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  • Title: Prefatory Materials (Folio 1, 1663)

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    Author: Ben Jonson
    Not Peer Reviewed

    Prefatory Materials (Folio 1, 1663)

    To the great Variety of Readers.

    FRom the most able, to him that can but spell: There
    you are number'd. We had rather you were weighd.
    Especially, when the fate of all Bookes depends vp-
    80on your capacities : and not of your heads alone,
    but of your purses. Well! It is now publique, & you
    wil stand for your priuiledges wee know : to read,
    and censure. Do so, but buy it first. That doth best
    commend a Booke, the Stationer saies. Then, how odde soeuer your
    85braines be, or your wisedomes, make your licence the same, and spare
    not. Iudge your sixe-pen'orth, your shillings worth, your fiue shil-
    lings worth at a time, or higher, so you rise to the iust rates, and wel-
    come. But, what euer you do, Buy. Censure will not driue a Trade,
    or make the Iacke go. And though you be a Magistrate of wit, and sit
    90on the Stage at Black-Friers, or the Cock-pit, to arraigne Playes dailie,
    know, these Playes haue had their triall alreadie, and stood out all Ap-
    peales; and do now come forth quitted rather by a Decree of Court,
    then any purchas'd Letters of commendation.
    It had bene a thing, we confesse, worthie to haue bene wished, that
    95the Author himselfe had liu'd to haue set forth, and ouerseen his owne
    writings; But since it hath bin ordain'd otherwise, and he by death de-
    parted from that right, we pray you do not envie his Friends, the office
    of their care, and paine, to haue collected & publish'd them; and so to
    haue publish'd them, as where (before) you were abus'd with diuerse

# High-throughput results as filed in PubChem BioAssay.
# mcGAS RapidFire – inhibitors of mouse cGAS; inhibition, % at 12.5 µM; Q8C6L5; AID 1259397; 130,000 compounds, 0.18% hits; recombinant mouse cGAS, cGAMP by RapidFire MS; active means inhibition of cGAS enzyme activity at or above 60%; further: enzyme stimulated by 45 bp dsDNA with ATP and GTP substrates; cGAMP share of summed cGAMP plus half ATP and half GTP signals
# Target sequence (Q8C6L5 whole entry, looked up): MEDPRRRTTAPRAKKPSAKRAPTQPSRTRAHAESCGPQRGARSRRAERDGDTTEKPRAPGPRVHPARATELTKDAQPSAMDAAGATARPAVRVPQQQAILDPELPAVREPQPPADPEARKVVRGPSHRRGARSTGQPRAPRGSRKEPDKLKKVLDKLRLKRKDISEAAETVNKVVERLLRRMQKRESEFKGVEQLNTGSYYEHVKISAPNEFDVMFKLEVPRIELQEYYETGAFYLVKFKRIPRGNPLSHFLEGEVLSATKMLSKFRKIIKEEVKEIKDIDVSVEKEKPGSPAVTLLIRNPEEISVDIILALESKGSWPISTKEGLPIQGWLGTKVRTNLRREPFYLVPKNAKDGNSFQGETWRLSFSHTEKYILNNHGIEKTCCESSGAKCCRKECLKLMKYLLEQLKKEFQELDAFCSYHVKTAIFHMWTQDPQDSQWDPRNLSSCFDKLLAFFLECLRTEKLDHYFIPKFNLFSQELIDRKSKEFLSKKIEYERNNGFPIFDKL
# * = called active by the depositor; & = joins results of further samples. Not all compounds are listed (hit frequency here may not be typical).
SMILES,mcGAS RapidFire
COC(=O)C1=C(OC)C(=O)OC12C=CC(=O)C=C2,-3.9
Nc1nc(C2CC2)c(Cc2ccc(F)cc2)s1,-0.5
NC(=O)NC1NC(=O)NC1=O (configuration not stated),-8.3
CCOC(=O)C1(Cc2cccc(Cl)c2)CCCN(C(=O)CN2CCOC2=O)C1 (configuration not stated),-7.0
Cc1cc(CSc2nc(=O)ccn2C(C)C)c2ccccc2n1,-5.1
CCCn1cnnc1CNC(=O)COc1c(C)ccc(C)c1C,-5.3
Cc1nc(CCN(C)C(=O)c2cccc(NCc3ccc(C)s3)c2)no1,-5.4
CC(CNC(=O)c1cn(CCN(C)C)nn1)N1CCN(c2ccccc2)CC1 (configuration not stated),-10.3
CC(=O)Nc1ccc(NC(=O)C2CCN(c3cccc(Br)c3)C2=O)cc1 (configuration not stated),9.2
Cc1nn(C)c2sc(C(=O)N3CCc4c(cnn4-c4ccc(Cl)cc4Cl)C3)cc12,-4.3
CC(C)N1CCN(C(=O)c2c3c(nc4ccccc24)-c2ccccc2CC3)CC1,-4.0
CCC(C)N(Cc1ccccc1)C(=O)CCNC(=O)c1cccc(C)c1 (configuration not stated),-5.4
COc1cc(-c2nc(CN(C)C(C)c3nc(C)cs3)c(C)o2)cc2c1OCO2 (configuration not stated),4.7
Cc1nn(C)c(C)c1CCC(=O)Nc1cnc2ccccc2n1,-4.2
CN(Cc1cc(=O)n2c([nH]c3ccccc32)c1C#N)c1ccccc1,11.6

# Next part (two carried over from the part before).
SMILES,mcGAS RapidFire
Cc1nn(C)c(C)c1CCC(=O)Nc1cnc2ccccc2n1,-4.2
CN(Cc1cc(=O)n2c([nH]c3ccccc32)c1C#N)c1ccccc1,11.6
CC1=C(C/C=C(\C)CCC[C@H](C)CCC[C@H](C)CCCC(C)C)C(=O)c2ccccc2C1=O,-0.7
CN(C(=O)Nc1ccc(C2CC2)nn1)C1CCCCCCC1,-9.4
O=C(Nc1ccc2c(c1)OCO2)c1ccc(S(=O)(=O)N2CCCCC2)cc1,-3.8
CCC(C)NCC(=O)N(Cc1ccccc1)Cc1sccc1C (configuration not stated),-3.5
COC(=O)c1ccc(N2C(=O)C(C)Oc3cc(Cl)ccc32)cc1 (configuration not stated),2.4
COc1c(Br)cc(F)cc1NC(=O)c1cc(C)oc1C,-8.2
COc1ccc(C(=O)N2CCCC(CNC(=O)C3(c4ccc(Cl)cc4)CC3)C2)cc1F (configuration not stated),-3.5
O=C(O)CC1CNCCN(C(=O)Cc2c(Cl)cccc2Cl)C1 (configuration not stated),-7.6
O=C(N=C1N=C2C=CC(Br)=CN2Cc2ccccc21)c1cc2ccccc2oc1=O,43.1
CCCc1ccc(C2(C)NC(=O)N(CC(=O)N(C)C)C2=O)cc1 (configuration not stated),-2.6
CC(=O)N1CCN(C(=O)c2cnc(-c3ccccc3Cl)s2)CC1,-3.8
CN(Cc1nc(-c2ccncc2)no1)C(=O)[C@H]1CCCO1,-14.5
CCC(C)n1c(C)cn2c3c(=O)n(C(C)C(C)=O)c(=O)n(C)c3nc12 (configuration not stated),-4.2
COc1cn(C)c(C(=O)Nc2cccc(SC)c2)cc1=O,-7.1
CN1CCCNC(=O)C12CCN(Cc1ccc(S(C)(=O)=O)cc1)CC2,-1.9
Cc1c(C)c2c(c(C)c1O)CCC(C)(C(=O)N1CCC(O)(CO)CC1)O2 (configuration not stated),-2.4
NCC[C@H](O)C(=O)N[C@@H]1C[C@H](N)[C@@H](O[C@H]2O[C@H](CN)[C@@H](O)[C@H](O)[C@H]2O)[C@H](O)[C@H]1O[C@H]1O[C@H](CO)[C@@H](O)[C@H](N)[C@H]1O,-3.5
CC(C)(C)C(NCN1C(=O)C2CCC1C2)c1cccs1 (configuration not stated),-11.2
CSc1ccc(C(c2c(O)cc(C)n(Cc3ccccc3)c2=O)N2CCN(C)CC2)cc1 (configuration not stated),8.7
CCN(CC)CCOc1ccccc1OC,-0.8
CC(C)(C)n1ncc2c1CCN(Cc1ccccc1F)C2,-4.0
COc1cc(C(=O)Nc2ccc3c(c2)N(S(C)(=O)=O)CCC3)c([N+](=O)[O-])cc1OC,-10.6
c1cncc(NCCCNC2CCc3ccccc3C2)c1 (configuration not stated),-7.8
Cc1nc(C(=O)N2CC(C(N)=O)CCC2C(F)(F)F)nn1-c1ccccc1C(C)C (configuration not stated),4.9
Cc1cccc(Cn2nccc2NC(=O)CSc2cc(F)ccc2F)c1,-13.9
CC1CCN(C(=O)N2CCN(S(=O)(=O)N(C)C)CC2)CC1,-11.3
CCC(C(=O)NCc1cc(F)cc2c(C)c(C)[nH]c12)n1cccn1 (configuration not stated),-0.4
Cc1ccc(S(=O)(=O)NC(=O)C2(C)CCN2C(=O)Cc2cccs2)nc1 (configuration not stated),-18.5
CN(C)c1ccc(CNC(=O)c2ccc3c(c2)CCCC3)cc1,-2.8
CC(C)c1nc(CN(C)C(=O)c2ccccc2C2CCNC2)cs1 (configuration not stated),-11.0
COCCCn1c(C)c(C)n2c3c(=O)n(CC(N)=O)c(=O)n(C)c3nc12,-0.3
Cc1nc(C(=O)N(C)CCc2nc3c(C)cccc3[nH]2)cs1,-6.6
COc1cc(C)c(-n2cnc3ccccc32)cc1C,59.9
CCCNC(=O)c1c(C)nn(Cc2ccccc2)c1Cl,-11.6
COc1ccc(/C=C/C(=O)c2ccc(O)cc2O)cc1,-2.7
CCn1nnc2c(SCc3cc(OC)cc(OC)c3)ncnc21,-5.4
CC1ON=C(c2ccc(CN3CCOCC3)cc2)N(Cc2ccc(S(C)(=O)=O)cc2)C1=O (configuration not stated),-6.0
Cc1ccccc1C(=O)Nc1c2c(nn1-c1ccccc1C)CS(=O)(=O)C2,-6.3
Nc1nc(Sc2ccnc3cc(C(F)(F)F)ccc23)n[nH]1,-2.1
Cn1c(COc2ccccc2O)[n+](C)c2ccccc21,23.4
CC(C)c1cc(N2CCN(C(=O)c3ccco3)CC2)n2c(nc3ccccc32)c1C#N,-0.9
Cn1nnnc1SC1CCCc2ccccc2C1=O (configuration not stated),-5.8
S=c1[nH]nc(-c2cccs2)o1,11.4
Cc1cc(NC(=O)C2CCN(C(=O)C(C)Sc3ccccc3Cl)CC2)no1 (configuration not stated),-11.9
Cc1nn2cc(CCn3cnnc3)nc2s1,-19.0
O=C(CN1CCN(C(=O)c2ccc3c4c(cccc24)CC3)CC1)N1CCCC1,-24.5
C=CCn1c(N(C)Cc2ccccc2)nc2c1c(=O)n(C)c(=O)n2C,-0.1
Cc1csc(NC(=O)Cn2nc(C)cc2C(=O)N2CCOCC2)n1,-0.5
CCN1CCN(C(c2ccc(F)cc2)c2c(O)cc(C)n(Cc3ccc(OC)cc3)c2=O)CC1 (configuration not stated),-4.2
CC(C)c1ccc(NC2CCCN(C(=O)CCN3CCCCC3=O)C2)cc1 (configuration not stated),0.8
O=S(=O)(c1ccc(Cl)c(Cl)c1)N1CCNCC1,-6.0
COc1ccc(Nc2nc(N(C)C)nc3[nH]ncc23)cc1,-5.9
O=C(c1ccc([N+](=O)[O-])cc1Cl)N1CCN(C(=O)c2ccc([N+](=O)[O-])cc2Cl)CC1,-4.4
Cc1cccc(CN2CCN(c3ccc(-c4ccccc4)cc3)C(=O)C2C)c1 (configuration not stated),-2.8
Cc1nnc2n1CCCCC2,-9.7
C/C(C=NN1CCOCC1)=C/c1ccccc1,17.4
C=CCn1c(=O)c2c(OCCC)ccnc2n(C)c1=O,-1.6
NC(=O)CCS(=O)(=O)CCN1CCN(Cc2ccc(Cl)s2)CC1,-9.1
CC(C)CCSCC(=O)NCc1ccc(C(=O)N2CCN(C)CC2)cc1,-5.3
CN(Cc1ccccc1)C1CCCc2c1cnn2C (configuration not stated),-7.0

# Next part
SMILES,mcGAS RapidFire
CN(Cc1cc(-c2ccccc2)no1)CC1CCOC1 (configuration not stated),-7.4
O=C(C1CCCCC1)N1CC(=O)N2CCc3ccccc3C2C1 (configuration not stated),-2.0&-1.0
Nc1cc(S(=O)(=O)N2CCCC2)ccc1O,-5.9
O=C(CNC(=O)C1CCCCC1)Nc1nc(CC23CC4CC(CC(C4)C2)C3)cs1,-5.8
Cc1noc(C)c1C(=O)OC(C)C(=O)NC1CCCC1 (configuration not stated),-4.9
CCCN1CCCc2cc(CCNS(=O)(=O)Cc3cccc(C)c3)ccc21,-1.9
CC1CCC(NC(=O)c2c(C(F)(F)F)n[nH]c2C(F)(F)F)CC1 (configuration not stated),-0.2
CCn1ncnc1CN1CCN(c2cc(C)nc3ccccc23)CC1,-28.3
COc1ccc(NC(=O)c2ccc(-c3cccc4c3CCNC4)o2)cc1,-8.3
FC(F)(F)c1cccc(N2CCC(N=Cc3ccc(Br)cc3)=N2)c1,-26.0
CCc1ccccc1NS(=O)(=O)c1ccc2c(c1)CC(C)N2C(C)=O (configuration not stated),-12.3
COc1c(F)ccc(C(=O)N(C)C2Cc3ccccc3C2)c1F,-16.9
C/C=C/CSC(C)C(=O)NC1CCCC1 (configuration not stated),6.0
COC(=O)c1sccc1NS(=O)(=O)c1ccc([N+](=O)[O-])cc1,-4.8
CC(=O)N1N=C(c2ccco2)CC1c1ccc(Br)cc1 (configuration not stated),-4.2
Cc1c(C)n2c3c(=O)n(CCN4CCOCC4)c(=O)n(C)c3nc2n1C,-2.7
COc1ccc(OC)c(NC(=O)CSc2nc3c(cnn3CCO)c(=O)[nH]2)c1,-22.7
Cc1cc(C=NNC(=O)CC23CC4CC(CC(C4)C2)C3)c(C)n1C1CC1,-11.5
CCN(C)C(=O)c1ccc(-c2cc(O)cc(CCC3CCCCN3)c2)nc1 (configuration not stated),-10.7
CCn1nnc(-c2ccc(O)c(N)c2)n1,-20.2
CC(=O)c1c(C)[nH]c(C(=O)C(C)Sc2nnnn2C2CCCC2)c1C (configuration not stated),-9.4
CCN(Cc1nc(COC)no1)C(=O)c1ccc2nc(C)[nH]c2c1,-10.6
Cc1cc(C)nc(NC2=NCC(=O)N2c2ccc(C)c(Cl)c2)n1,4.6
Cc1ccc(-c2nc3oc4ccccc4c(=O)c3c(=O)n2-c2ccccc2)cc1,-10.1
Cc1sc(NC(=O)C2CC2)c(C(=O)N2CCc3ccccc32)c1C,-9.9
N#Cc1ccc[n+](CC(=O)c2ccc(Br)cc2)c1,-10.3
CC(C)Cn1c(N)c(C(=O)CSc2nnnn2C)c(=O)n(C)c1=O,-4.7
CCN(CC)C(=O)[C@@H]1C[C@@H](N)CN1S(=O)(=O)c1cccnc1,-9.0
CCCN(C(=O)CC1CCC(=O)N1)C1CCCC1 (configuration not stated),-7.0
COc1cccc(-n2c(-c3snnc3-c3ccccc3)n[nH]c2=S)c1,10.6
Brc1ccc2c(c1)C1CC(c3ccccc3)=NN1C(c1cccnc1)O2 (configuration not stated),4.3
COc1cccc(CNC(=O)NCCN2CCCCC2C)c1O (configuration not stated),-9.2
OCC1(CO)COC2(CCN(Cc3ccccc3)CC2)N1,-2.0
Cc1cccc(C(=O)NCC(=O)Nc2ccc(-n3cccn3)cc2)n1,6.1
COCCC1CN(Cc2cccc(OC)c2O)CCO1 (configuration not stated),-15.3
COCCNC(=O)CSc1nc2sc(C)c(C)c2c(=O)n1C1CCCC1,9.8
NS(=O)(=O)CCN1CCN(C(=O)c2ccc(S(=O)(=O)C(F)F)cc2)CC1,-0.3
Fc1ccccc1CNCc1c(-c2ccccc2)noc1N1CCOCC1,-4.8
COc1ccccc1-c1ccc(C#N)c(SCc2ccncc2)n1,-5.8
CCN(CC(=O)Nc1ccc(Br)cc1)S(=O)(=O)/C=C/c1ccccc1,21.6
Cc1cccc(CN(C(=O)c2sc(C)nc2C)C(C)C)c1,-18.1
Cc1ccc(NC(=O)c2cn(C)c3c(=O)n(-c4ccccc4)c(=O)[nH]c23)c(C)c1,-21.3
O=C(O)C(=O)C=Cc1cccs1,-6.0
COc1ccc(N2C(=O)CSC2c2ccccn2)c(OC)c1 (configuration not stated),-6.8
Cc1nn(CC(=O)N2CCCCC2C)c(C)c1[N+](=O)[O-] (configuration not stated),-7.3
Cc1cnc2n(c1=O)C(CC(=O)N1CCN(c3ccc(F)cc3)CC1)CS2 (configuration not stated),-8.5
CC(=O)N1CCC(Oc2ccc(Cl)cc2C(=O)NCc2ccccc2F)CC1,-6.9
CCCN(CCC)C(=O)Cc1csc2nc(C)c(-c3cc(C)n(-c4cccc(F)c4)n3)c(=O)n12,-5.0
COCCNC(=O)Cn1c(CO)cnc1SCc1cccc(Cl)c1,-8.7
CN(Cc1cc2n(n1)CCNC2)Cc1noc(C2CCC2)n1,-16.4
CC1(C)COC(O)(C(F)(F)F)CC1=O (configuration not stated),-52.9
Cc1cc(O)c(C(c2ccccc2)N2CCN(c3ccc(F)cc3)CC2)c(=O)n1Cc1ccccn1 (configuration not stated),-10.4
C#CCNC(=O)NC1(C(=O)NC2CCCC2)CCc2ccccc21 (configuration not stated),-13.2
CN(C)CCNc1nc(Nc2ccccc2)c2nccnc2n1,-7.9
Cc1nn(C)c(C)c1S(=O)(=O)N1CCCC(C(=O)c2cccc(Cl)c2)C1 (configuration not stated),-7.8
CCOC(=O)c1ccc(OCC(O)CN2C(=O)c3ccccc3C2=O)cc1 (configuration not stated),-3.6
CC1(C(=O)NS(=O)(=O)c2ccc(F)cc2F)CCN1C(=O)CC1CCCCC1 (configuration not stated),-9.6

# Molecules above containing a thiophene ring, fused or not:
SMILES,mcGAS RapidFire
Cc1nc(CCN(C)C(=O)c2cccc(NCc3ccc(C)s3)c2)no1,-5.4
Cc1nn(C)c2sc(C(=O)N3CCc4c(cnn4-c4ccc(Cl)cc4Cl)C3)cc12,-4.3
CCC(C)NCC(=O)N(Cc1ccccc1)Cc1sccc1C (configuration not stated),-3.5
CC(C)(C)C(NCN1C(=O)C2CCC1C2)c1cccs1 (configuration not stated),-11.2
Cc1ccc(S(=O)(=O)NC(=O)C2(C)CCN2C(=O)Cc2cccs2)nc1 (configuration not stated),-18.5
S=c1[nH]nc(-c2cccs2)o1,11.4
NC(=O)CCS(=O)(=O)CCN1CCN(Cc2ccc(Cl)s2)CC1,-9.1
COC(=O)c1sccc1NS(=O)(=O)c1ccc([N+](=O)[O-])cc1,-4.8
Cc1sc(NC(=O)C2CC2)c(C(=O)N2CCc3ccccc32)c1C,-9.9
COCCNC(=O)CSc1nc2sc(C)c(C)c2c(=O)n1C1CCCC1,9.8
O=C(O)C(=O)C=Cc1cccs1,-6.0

100stolne, and surreptitious copies, maimed, and deformed by the frauds
    and stealthes of iniurious impostors, that expos'd them: euen those,
    are now offer'd to your view cur'd, and perfect of their limbes; and all
    the rest, absolute in their numbers, as he conceiued thẽ. Who, as he was
    a happie imitator of Nature, was a most gentle expresser of it. His mind
    105and hand went together: And what he thought, he vttered with that
    easinesse, that wee haue scarse receiued from him a blot in his papers.
    But it is not our prouince, who onely gather his works, and giue them
    you, to praise him. It is yours that reade him. And there we hope, to
    your diuers capacities, you will finde enough, both to draw, and hold
    110you: for his wit can no more lie hid, then it could be lost. Reade him,
    therefore; and againe, and againe: And if then you doe not like him,
    surely you are in some manifest danger, not to vnderstand him. And so
    we leaue you to other of his Friends, whom if you need, can bee your
    guides: if you neede them not, you can leade your selues, and others.
    115And such Readers we wish him.
    Iohn Heminge.
    Henrie Condell.